The New International Encyclopædia/Marseillaise
|←Marsden, William||The New International Encyclopædia
|Marseille, Folquet de→|
|Edition of 1905. See also La Marseillaise on Wikipedia, and the disclaimer.|
MARSEILLAISE, mär'sắ'yắz'. The hymn of the French Revolution and anthem of freedom in all European movements of liberation since. In April, 1792, when a column of volunteers was about to leave Strassburg, the Mayor of the city, Diedrich, gave a banquet on the occasion and asked an officer of artillery named Rouget de Lisle to compose a song in their honor. Rouget wrote the words during the night, adapting the music probably from the Oratorio Esther, by Jean Baptiste Lucien Grison, and calling it the Chant de guerre de l'armée du Rhin. On the following day it was sung with rapturous enthusiasm, and instead of 600 volunteers, 1000 marched out of Strassburg. The whole Army of the North soon took up the song. In Paris the song was unknown till the Marseilles battalion brought it to the city and sang it at the storming of the Tuileries. It was received with transports by the Parisians, who — ignorant of its real authorship — named it Hymne des Marseillais, which name it has ever since borne. The last and most pathetic strophe, the stance des enfants, was not written by Rouget de Lisle, but was added later.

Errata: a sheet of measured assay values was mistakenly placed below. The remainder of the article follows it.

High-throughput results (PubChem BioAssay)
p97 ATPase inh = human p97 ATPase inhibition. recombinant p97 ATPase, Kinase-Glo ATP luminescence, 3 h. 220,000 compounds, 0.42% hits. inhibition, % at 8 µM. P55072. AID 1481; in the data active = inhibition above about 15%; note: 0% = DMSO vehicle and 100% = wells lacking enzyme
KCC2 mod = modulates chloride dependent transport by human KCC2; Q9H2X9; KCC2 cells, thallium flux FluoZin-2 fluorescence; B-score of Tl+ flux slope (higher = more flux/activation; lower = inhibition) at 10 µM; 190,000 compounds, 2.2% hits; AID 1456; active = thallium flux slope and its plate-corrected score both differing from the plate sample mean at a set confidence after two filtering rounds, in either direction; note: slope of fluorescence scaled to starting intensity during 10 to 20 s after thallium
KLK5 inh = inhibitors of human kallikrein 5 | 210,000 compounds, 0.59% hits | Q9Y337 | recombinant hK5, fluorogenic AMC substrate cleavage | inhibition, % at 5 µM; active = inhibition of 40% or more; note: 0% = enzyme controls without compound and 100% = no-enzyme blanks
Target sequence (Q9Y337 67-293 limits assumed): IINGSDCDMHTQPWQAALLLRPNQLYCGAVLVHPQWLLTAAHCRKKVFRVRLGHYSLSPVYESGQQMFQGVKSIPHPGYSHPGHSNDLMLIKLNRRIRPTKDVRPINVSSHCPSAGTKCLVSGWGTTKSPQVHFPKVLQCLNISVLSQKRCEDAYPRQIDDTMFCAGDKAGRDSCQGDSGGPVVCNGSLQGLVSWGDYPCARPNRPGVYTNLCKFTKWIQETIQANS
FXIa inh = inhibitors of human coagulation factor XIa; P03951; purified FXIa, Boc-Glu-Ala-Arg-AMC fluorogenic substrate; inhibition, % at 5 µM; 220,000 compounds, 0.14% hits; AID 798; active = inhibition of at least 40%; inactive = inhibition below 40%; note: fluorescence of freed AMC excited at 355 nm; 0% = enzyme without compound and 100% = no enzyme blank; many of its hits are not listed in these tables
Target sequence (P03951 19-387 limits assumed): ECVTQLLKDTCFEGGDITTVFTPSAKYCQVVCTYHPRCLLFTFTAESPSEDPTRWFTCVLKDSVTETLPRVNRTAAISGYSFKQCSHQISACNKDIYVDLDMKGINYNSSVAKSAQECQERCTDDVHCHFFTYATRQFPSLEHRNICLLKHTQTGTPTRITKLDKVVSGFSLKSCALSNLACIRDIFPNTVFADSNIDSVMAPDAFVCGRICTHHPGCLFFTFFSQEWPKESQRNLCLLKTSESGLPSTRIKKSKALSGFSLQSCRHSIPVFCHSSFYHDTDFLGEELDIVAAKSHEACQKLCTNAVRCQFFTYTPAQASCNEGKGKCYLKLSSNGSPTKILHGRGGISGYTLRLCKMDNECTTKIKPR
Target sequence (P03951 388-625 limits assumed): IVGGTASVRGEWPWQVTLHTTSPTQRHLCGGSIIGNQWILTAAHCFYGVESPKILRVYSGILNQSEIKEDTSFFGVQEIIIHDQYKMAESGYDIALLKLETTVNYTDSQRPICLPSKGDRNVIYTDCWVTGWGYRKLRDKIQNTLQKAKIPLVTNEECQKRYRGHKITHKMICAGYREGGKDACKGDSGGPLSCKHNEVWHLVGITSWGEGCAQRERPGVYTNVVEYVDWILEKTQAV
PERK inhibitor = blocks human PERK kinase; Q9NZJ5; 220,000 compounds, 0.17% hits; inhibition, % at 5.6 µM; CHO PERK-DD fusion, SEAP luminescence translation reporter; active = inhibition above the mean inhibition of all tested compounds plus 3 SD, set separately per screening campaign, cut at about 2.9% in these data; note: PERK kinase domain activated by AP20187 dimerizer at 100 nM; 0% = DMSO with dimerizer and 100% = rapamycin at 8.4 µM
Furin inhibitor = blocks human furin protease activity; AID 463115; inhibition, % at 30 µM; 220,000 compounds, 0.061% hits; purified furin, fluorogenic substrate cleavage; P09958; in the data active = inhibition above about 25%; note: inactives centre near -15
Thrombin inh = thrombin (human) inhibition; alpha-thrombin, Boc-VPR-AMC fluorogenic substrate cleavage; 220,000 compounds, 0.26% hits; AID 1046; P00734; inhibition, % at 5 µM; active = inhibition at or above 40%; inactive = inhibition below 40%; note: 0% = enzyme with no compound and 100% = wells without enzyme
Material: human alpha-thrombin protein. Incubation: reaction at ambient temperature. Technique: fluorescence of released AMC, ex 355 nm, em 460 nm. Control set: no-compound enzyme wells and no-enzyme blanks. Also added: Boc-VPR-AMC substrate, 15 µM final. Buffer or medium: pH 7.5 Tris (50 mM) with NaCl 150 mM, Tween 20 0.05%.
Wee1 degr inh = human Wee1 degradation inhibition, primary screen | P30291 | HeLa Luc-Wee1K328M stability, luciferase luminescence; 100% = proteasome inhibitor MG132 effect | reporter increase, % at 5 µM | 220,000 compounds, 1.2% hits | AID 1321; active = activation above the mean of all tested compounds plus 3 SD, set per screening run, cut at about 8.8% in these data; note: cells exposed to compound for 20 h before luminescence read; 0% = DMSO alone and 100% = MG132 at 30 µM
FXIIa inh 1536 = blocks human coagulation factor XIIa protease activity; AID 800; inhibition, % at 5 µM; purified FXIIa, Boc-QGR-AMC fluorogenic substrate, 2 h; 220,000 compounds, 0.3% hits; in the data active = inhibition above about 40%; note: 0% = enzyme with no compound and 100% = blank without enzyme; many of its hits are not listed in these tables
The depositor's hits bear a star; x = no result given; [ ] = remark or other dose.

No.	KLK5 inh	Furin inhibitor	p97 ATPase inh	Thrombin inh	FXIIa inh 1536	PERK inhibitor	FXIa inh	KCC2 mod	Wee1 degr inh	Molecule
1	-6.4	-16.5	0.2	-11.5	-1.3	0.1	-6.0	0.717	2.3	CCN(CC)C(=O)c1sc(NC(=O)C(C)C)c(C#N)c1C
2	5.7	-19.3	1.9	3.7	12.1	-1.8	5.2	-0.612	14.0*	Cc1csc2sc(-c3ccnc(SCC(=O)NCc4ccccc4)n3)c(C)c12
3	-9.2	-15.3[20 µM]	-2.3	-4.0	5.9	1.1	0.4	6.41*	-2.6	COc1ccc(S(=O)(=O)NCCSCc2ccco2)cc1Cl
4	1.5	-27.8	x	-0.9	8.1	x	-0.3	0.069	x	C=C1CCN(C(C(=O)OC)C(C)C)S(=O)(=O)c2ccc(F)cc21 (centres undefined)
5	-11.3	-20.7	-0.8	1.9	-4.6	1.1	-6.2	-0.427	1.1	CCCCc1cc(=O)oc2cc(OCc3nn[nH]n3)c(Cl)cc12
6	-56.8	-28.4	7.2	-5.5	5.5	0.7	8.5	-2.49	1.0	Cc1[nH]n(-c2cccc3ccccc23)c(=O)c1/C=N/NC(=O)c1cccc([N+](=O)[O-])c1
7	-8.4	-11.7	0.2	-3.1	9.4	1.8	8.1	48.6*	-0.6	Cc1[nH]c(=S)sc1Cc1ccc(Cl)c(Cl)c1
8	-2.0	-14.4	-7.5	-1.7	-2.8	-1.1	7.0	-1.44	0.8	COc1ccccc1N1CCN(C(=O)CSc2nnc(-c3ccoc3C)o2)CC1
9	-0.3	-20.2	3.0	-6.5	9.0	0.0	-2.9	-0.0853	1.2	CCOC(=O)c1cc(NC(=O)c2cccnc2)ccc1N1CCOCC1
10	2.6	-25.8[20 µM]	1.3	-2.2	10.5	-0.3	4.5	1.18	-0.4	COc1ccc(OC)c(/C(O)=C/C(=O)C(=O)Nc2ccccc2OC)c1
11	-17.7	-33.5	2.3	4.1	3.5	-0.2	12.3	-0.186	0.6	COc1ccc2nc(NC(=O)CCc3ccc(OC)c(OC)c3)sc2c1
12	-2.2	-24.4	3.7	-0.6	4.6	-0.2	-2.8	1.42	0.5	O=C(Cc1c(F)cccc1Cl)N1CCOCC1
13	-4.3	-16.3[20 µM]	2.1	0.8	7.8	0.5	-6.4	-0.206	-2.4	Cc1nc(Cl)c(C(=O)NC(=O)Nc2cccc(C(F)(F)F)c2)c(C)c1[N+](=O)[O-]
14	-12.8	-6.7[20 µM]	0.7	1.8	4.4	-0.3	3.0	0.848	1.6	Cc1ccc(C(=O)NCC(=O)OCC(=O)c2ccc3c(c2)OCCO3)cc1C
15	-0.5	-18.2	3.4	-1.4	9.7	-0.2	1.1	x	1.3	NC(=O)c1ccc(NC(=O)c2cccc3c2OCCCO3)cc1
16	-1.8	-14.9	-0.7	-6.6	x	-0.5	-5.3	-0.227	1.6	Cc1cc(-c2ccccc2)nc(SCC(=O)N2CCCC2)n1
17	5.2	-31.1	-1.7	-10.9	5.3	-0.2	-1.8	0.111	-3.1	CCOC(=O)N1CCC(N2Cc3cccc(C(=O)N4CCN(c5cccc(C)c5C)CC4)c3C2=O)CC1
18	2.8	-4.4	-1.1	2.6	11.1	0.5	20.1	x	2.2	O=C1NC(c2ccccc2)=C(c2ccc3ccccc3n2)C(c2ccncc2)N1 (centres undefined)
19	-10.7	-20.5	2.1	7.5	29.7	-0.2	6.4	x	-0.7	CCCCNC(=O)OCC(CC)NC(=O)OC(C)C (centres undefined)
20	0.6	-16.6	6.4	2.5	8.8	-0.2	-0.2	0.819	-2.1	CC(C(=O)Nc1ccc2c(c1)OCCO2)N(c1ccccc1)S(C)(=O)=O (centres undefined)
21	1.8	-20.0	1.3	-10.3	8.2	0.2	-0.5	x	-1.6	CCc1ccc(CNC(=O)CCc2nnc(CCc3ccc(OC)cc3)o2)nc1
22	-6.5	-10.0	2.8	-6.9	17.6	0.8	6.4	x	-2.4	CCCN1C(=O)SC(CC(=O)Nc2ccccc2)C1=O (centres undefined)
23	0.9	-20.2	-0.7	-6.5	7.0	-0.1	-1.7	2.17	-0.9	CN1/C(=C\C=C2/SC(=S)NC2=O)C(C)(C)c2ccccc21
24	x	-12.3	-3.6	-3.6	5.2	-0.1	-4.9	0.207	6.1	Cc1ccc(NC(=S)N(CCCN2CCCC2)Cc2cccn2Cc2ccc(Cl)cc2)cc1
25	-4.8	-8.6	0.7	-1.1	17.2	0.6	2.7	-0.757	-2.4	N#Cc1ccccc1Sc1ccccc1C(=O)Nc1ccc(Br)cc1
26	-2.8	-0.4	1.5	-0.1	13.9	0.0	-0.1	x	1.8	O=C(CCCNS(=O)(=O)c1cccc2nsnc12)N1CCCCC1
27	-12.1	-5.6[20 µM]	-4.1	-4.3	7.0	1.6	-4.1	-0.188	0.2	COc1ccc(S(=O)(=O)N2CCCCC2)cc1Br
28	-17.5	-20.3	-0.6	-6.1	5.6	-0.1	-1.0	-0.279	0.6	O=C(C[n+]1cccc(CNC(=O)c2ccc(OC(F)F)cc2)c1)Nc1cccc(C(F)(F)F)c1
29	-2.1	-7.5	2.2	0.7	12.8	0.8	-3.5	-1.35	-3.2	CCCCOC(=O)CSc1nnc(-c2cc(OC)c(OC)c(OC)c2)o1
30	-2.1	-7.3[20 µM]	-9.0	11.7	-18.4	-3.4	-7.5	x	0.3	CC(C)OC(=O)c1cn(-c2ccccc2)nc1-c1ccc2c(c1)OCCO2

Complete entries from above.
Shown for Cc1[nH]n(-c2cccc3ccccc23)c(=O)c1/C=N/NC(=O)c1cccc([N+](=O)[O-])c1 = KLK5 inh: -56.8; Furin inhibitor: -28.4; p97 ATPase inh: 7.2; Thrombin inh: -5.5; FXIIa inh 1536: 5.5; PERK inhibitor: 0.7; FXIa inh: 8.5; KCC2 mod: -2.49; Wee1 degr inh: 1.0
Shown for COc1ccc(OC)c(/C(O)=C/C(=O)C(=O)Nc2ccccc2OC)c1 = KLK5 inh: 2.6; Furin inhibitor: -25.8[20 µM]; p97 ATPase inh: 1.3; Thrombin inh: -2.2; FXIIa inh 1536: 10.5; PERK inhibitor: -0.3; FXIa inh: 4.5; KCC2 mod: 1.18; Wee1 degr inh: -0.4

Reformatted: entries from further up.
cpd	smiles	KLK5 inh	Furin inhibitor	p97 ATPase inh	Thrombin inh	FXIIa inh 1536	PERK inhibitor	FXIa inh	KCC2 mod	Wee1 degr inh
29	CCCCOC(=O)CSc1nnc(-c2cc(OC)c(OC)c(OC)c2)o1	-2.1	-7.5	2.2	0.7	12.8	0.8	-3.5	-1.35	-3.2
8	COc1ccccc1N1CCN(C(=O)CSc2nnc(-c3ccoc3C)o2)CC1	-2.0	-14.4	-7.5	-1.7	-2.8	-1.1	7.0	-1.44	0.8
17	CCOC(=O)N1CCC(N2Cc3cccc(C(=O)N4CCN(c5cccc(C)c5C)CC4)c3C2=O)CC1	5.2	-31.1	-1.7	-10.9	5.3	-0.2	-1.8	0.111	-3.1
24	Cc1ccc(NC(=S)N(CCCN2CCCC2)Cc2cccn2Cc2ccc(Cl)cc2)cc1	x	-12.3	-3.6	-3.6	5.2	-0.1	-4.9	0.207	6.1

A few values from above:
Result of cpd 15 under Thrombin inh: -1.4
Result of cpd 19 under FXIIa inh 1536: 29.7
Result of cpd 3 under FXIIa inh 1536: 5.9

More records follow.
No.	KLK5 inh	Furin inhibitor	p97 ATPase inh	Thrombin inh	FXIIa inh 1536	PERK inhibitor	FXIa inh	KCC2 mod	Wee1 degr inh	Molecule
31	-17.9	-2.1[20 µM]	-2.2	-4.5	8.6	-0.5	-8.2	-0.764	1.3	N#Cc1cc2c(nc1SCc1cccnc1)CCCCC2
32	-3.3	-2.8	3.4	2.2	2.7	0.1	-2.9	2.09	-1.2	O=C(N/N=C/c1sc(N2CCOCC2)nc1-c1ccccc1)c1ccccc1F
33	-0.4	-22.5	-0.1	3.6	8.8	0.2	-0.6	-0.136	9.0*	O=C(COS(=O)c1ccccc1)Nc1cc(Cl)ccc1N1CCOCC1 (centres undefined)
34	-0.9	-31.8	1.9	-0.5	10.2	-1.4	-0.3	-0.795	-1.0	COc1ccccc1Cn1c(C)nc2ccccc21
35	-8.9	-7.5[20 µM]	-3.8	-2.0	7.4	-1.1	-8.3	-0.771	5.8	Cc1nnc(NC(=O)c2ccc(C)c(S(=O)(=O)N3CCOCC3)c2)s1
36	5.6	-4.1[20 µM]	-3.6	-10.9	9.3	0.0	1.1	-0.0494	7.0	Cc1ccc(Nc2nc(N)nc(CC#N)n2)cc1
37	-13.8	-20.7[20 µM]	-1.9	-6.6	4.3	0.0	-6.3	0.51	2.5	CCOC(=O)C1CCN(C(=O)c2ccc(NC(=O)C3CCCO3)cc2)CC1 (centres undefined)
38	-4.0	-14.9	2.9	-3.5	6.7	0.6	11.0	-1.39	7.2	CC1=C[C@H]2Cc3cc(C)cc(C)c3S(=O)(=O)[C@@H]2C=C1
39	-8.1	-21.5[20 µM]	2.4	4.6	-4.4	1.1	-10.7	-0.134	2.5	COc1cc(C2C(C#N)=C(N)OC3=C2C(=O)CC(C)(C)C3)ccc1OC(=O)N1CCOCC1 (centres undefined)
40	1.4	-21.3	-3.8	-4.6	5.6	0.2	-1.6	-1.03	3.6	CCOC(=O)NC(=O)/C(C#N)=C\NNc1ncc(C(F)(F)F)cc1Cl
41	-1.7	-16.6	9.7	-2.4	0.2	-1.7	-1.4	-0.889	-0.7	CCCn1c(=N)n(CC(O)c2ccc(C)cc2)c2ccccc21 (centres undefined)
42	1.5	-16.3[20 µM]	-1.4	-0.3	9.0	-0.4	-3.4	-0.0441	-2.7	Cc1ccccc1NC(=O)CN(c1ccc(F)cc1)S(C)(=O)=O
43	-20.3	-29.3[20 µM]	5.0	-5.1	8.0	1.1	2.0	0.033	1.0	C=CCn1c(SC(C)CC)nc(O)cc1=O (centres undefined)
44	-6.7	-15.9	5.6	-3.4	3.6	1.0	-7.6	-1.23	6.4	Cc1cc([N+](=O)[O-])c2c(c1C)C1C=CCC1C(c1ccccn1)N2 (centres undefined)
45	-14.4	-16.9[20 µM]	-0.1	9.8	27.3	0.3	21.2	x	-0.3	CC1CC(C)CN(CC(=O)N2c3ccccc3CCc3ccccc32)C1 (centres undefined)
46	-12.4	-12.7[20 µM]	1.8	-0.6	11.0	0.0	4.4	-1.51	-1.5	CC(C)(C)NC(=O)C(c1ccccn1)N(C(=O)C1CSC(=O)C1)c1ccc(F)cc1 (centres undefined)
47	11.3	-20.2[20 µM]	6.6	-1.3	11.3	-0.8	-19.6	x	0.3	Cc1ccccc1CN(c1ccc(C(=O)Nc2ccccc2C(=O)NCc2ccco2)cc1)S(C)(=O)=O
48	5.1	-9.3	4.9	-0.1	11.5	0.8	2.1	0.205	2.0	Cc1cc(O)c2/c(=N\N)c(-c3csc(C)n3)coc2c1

The following is the first verse, with refrain, approved in 1887 by a commission appointed by the French Minister of War to determine the exact form of the song:
Allons enfants de la patrie,
See Rouget de Lisle.